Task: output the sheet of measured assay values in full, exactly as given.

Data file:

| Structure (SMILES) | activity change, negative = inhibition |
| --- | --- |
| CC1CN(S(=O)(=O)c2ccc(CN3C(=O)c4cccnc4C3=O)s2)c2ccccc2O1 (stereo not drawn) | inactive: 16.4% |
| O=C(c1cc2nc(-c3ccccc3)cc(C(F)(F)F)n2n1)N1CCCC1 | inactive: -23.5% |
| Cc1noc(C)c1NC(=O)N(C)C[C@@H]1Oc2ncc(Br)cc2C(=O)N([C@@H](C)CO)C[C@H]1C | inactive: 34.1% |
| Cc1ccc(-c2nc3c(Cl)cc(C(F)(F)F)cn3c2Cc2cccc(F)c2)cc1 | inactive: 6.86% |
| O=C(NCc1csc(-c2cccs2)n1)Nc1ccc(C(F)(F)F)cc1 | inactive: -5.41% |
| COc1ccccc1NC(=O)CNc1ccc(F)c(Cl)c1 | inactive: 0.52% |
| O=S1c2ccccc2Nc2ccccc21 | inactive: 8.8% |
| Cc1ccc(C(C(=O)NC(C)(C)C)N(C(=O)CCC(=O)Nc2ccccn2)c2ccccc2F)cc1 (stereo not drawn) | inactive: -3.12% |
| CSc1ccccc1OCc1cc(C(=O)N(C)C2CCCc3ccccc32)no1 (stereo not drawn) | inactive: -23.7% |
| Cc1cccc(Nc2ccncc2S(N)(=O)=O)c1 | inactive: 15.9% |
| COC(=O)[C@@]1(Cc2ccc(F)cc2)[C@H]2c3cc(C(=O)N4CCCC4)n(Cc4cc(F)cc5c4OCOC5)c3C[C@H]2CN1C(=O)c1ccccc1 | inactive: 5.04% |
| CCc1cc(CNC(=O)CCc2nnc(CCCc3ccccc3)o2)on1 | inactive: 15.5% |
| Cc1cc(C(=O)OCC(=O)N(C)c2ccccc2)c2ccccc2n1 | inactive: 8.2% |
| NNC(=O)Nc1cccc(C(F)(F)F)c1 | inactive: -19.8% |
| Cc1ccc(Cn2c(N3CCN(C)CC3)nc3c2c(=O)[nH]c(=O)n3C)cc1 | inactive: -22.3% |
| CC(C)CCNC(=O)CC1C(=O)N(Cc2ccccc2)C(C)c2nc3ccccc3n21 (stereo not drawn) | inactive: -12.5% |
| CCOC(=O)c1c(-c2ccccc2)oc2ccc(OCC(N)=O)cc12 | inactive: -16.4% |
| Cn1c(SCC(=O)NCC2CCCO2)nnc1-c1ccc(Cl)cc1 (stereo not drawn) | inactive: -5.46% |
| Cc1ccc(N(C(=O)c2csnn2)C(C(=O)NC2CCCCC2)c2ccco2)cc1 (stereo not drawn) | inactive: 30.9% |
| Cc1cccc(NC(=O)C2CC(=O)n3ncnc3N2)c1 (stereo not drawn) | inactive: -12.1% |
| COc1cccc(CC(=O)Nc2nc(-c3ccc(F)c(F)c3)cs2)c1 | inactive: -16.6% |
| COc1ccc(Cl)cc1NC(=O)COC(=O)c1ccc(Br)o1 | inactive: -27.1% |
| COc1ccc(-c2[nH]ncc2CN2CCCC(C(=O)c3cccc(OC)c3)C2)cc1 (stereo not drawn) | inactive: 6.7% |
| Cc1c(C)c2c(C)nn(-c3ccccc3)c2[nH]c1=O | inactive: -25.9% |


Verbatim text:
| Structure (SMILES) | activity change, negative = inhibition |
| --- | --- |
| CC1CN(S(=O)(=O)c2ccc(CN3C(=O)c4cccnc4C3=O)s2)c2ccccc2O1 (stereo not drawn) | inactive: 16.4% |
| O=C(c1cc2nc(-c3ccccc3)cc(C(F)(F)F)n2n1)N1CCCC1 | inactive: -23.5% |
| Cc1noc(C)c1NC(=O)N(C)C[C@@H]1Oc2ncc(Br)cc2C(=O)N([C@@H](C)CO)C[C@H]1C | inactive: 34.1% |
| Cc1ccc(-c2nc3c(Cl)cc(C(F)(F)F)cn3c2Cc2cccc(F)c2)cc1 | inactive: 6.86% |
| O=C(NCc1csc(-c2cccs2)n1)Nc1ccc(C(F)(F)F)cc1 | inactive: -5.41% |
| COc1ccccc1NC(=O)CNc1ccc(F)c(Cl)c1 | inactive: 0.52% |
| O=S1c2ccccc2Nc2ccccc21 | inactive: 8.8% |
| Cc1ccc(C(C(=O)NC(C)(C)C)N(C(=O)CCC(=O)Nc2ccccn2)c2ccccc2F)cc1 (stereo not drawn) | inactive: -3.12% |
| CSc1ccccc1OCc1cc(C(=O)N(C)C2CCCc3ccccc32)no1 (stereo not drawn) | inactive: -23.7% |
| Cc1cccc(Nc2ccncc2S(N)(=O)=O)c1 | inactive: 15.9% |
| COC(=O)[C@@]1(Cc2ccc(F)cc2)[C@H]2c3cc(C(=O)N4CCCC4)n(Cc4cc(F)cc5c4OCOC5)c3C[C@H]2CN1C(=O)c1ccccc1 | inactive: 5.04% |
| CCc1cc(CNC(=O)CCc2nnc(CCCc3ccccc3)o2)on1 | inactive: 15.5% |
| Cc1cc(C(=O)OCC(=O)N(C)c2ccccc2)c2ccccc2n1 | inactive: 8.2% |
| NNC(=O)Nc1cccc(C(F)(F)F)c1 | inactive: -19.8% |
| Cc1ccc(Cn2c(N3CCN(C)CC3)nc3c2c(=O)[nH]c(=O)n3C)cc1 | inactive: -22.3% |
| CC(C)CCNC(=O)CC1C(=O)N(Cc2ccccc2)C(C)c2nc3ccccc3n21 (stereo not drawn) | inactive: -12.5% |
| CCOC(=O)c1c(-c2ccccc2)oc2ccc(OCC(N)=O)cc12 | inactive: -16.4% |
| Cn1c(SCC(=O)NCC2CCCO2)nnc1-c1ccc(Cl)cc1 (stereo not drawn) | inactive: -5.46% |
| Cc1ccc(N(C(=O)c2csnn2)C(C(=O)NC2CCCCC2)c2ccco2)cc1 (stereo not drawn) | inactive: 30.9% |
| Cc1cccc(NC(=O)C2CC(=O)n3ncnc3N2)c1 (stereo not drawn) | inactive: -12.1% |
| COc1cccc(CC(=O)Nc2nc(-c3ccc(F)c(F)c3)cs2)c1 | inactive: -16.6% |
| COc1ccc(Cl)cc1NC(=O)COC(=O)c1ccc(Br)o1 | inactive: -27.1% |
| COc1ccc(-c2[nH]ncc2CN2CCCC(C(=O)c3cccc(OC)c3)C2)cc1 (stereo not drawn) | inactive: 6.7% |
| Cc1c(C)c2c(C)nn(-c3ccccc3)c2[nH]c1=O | inactive: -25.9% |